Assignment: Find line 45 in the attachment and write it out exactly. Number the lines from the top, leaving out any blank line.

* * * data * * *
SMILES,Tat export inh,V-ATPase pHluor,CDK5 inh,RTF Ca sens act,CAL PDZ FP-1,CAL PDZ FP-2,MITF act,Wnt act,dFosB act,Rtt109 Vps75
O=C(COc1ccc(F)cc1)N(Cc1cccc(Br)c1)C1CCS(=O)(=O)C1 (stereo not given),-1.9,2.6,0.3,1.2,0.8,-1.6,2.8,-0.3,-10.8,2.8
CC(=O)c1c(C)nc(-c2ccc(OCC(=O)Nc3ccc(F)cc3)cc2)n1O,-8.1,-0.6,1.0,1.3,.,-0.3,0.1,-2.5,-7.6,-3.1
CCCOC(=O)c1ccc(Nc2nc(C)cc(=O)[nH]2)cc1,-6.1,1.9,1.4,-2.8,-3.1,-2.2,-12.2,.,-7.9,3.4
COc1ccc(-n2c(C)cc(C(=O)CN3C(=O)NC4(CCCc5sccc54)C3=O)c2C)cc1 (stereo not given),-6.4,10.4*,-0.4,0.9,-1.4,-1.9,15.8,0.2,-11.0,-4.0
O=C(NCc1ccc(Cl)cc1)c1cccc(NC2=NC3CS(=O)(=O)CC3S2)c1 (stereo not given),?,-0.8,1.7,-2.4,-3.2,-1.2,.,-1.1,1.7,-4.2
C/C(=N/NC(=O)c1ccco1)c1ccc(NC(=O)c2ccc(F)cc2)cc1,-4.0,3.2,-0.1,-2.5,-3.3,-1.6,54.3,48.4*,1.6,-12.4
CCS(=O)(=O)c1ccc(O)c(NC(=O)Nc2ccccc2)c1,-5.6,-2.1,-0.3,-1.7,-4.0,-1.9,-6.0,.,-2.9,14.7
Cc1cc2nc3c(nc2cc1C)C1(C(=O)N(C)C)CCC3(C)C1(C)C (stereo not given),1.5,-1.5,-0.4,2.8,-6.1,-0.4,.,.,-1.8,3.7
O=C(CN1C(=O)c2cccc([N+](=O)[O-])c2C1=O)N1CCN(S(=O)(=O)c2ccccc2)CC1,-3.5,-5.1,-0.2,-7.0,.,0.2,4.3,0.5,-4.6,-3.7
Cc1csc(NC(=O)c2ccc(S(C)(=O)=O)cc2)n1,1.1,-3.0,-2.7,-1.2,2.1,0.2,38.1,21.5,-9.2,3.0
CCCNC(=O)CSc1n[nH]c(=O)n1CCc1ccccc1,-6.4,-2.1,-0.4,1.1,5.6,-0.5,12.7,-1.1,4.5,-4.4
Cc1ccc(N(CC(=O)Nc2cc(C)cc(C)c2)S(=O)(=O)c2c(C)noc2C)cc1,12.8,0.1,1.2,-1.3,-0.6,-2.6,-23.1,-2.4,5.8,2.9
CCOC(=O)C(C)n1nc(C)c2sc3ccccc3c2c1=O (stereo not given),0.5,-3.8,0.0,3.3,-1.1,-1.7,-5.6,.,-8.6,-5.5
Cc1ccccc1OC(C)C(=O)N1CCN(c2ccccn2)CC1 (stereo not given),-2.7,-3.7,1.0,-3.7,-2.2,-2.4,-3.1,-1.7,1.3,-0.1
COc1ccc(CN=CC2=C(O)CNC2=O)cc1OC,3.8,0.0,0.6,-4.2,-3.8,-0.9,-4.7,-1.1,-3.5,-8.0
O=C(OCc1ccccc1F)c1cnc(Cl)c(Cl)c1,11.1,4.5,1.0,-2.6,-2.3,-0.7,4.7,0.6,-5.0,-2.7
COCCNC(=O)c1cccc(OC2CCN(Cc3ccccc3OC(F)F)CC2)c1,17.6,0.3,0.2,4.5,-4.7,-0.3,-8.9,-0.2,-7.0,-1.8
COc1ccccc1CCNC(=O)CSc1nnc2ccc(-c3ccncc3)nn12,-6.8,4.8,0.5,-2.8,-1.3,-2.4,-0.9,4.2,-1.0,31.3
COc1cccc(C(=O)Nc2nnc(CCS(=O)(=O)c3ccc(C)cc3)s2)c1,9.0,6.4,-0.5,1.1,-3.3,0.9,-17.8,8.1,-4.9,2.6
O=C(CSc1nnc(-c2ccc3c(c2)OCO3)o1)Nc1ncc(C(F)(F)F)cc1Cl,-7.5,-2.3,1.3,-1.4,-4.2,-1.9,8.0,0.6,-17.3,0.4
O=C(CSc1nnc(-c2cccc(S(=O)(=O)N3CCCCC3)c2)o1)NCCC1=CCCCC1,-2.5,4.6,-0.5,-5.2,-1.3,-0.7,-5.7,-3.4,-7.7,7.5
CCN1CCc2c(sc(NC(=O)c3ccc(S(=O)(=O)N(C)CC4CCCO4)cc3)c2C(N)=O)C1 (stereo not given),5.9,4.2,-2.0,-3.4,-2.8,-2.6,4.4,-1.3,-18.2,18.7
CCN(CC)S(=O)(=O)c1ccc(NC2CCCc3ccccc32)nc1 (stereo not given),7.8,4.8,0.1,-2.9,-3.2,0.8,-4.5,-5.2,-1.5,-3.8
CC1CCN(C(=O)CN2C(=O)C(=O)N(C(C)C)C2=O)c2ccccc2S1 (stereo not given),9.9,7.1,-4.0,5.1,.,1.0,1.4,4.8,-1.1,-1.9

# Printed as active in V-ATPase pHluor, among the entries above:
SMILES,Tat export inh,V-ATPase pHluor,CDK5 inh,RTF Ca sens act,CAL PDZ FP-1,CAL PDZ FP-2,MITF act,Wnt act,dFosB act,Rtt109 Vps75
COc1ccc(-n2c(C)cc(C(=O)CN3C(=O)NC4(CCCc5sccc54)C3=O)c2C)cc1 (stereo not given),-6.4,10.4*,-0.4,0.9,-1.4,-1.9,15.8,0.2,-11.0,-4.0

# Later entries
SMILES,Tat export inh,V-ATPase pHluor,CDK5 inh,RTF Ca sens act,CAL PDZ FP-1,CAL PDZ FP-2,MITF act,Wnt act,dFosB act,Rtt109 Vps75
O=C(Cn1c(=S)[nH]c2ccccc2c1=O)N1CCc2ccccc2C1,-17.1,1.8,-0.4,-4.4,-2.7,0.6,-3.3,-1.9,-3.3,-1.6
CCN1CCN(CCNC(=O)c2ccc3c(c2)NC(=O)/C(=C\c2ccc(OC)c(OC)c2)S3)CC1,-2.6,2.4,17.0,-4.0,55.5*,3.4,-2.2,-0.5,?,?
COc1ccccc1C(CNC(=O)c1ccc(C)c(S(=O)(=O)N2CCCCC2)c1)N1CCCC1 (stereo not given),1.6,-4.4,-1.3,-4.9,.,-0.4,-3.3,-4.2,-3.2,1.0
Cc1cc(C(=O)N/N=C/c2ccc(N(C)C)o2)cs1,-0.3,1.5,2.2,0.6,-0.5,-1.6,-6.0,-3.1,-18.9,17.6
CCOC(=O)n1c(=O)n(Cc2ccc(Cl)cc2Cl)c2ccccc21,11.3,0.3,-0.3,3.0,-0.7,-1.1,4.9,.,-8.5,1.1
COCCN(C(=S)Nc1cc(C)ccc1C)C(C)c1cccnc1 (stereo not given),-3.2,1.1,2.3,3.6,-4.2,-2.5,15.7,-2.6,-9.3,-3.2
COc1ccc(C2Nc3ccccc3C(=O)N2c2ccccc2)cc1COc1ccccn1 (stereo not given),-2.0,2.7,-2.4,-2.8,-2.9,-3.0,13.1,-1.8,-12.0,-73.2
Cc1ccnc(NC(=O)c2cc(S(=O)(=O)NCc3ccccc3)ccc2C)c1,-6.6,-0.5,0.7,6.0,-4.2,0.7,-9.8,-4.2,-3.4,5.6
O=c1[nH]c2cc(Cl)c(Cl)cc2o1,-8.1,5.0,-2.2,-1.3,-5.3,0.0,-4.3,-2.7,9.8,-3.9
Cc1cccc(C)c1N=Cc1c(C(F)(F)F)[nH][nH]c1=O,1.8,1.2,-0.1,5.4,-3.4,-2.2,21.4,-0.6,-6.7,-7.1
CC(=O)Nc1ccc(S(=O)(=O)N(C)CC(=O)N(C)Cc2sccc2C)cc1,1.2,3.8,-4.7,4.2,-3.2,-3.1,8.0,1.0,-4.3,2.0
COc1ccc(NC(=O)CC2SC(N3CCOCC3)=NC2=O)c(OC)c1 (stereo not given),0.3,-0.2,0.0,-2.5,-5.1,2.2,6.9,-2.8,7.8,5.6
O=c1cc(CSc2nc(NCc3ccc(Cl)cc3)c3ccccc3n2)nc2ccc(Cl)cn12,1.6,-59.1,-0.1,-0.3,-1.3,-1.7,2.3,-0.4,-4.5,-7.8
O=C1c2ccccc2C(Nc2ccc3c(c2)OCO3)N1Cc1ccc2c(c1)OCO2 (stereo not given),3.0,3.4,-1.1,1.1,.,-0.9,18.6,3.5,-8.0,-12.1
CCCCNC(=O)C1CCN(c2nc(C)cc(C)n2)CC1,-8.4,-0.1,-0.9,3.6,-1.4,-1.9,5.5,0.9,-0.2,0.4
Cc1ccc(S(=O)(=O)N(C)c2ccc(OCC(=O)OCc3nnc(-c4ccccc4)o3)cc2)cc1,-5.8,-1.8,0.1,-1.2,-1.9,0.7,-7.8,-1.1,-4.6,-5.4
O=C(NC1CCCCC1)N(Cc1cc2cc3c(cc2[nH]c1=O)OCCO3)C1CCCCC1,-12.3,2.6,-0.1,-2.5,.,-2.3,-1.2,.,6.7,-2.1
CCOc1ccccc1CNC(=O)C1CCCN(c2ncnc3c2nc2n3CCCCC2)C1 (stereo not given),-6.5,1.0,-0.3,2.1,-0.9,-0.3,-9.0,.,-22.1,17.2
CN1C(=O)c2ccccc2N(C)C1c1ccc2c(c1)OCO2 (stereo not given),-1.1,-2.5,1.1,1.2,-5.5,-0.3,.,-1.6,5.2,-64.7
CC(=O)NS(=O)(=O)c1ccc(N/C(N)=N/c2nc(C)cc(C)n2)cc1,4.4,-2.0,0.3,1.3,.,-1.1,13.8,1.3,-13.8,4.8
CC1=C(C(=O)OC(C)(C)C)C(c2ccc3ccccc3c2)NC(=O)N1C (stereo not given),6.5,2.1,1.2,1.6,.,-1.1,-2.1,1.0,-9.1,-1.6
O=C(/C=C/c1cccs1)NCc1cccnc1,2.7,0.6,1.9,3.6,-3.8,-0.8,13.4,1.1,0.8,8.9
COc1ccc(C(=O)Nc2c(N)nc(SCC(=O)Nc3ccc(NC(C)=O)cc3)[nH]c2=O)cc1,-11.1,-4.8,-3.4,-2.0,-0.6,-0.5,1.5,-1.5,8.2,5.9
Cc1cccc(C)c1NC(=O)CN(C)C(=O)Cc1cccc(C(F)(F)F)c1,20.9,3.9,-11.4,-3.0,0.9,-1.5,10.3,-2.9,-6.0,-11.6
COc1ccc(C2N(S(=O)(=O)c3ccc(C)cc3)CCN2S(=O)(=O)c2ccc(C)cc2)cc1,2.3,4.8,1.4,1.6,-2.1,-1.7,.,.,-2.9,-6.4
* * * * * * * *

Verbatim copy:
CCCCNC(=O)C1CCN(c2nc(C)cc(C)n2)CC1,-8.4,-0.1,-0.9,3.6,-1.4,-1.9,5.5,0.9,-0.2,0.4